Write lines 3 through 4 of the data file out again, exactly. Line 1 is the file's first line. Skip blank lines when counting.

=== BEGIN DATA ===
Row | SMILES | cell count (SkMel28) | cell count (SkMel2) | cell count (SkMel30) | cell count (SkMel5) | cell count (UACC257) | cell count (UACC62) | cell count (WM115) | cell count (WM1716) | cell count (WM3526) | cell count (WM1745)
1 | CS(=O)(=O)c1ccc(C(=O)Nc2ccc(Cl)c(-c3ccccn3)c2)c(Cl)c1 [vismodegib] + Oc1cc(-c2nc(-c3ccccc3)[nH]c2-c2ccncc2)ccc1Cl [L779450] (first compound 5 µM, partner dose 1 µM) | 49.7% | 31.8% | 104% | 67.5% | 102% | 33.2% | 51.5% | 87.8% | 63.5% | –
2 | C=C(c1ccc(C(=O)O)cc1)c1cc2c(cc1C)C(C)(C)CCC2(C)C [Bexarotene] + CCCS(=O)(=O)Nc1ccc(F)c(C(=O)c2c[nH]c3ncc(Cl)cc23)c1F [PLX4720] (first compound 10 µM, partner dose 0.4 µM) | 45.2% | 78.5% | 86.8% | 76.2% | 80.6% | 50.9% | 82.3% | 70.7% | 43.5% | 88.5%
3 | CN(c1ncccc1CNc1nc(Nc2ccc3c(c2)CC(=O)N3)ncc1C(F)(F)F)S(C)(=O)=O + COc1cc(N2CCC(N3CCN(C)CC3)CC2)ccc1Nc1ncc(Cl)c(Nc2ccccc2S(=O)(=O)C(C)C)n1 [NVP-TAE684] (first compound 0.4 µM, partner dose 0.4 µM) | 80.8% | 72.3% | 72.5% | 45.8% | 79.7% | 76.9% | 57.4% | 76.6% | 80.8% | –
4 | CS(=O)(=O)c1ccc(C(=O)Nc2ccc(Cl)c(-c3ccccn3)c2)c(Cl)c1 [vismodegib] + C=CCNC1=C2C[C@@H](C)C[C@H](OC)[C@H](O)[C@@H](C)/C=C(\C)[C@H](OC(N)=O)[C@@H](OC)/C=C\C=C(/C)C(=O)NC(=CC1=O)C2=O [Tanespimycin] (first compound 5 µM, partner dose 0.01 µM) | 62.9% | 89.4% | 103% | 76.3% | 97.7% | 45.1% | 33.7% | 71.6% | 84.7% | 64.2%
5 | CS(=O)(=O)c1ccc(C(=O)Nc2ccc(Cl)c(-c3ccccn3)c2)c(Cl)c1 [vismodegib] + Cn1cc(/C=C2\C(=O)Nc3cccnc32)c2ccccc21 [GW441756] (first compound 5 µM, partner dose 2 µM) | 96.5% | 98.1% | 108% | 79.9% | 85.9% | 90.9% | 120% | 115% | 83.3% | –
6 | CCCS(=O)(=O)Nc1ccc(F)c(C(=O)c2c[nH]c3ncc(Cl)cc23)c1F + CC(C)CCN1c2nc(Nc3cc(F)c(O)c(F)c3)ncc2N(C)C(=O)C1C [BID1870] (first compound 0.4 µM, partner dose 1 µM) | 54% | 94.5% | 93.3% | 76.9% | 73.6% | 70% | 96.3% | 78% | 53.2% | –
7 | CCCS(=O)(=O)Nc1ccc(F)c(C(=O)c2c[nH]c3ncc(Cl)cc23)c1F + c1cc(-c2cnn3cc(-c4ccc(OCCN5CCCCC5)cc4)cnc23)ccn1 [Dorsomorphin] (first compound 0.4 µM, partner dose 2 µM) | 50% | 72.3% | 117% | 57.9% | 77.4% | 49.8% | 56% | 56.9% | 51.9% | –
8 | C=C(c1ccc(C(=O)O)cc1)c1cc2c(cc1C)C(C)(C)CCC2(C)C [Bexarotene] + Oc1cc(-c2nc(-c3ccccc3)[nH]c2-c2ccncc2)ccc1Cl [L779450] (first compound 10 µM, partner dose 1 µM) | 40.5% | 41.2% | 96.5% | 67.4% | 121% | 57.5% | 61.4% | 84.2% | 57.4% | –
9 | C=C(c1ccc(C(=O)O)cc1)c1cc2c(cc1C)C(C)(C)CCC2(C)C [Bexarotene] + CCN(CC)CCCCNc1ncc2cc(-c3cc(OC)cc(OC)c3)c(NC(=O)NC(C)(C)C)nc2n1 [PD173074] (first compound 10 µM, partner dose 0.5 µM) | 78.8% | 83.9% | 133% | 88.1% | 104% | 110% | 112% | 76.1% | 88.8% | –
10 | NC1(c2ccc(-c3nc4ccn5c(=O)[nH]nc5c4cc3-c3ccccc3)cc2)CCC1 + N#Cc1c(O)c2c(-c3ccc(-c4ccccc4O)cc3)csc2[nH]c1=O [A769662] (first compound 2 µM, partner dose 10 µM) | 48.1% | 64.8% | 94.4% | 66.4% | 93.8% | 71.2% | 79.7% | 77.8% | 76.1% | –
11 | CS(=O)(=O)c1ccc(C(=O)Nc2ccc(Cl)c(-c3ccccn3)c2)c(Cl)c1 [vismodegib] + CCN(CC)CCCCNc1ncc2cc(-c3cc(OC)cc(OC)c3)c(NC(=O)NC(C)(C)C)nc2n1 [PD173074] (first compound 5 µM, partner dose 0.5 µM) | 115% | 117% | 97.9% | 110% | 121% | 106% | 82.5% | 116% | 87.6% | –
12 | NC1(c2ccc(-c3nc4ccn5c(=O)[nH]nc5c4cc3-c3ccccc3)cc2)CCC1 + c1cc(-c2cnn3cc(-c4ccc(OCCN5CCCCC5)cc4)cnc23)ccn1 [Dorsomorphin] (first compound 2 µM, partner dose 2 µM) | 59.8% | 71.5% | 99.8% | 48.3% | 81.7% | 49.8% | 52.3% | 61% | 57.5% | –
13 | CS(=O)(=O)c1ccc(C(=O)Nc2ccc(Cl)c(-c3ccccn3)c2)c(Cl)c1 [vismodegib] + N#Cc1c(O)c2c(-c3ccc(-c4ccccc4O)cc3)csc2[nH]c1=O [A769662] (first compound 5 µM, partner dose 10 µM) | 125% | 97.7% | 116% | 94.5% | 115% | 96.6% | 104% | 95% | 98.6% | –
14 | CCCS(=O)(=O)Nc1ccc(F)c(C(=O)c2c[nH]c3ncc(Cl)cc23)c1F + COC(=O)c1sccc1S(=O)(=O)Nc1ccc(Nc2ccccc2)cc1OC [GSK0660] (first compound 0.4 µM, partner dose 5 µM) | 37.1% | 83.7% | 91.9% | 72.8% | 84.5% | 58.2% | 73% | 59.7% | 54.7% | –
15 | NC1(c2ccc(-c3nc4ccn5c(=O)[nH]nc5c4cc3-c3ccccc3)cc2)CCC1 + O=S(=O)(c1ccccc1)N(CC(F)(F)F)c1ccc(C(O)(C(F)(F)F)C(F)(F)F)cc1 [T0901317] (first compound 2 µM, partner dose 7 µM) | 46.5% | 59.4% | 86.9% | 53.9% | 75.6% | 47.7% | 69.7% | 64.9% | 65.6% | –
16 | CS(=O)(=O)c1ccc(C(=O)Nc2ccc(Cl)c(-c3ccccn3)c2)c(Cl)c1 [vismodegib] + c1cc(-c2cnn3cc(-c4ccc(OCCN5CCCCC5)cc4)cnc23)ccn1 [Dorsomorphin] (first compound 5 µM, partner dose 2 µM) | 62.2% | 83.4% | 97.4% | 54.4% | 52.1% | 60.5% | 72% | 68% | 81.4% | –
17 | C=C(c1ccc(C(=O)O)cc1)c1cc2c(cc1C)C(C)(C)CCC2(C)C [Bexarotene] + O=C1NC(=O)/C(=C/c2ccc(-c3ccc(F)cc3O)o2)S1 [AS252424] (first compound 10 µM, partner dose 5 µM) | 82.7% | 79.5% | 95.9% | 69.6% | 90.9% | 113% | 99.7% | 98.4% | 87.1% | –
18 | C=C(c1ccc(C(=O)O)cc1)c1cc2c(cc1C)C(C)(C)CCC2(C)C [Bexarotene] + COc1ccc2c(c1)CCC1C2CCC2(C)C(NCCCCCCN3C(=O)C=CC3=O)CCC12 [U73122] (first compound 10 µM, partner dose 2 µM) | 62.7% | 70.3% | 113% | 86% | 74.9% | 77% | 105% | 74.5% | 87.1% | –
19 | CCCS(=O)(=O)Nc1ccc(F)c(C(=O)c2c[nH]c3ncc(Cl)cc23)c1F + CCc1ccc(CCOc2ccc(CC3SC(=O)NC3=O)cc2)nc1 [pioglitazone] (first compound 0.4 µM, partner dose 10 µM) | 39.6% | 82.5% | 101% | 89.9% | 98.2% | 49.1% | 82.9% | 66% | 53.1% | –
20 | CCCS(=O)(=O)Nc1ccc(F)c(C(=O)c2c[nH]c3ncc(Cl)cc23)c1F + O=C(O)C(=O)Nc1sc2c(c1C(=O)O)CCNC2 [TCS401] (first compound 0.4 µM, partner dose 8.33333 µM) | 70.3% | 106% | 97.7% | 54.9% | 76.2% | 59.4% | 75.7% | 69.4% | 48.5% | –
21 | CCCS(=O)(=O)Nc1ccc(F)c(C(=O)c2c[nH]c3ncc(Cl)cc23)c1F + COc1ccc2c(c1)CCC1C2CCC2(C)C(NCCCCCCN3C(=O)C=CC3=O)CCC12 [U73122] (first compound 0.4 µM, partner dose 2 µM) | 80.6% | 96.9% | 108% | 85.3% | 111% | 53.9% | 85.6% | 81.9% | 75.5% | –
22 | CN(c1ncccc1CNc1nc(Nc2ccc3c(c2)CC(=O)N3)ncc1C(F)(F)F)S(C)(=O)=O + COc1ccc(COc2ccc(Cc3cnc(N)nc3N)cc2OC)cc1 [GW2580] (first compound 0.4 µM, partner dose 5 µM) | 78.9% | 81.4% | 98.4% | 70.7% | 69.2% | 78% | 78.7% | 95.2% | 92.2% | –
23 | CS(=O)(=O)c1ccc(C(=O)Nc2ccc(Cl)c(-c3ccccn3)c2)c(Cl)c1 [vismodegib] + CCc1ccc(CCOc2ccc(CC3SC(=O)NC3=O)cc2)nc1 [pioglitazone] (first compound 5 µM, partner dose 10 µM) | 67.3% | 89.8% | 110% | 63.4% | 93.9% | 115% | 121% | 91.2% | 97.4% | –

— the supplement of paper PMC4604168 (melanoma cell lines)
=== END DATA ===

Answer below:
2 | C=C(c1ccc(C(=O)O)cc1)c1cc2c(cc1C)C(C)(C)CCC2(C)C [Bexarotene] + CCCS(=O)(=O)Nc1ccc(F)c(C(=O)c2c[nH]c3ncc(Cl)cc23)c1F [PLX4720] (first compound 10 µM, partner dose 0.4 µM) | 45.2% | 78.5% | 86.8% | 76.2% | 80.6% | 50.9% | 82.3% | 70.7% | 43.5% | 88.5%
3 | CN(c1ncccc1CNc1nc(Nc2ccc3c(c2)CC(=O)N3)ncc1C(F)(F)F)S(C)(=O)=O + COc1cc(N2CCC(N3CCN(C)CC3)CC2)ccc1Nc1ncc(Cl)c(Nc2ccccc2S(=O)(=O)C(C)C)n1 [NVP-TAE684] (first compound 0.4 µM, partner dose 0.4 µM) | 80.8% | 72.3% | 72.5% | 45.8% | 79.7% | 76.9% | 57.4% | 76.6% | 80.8% | –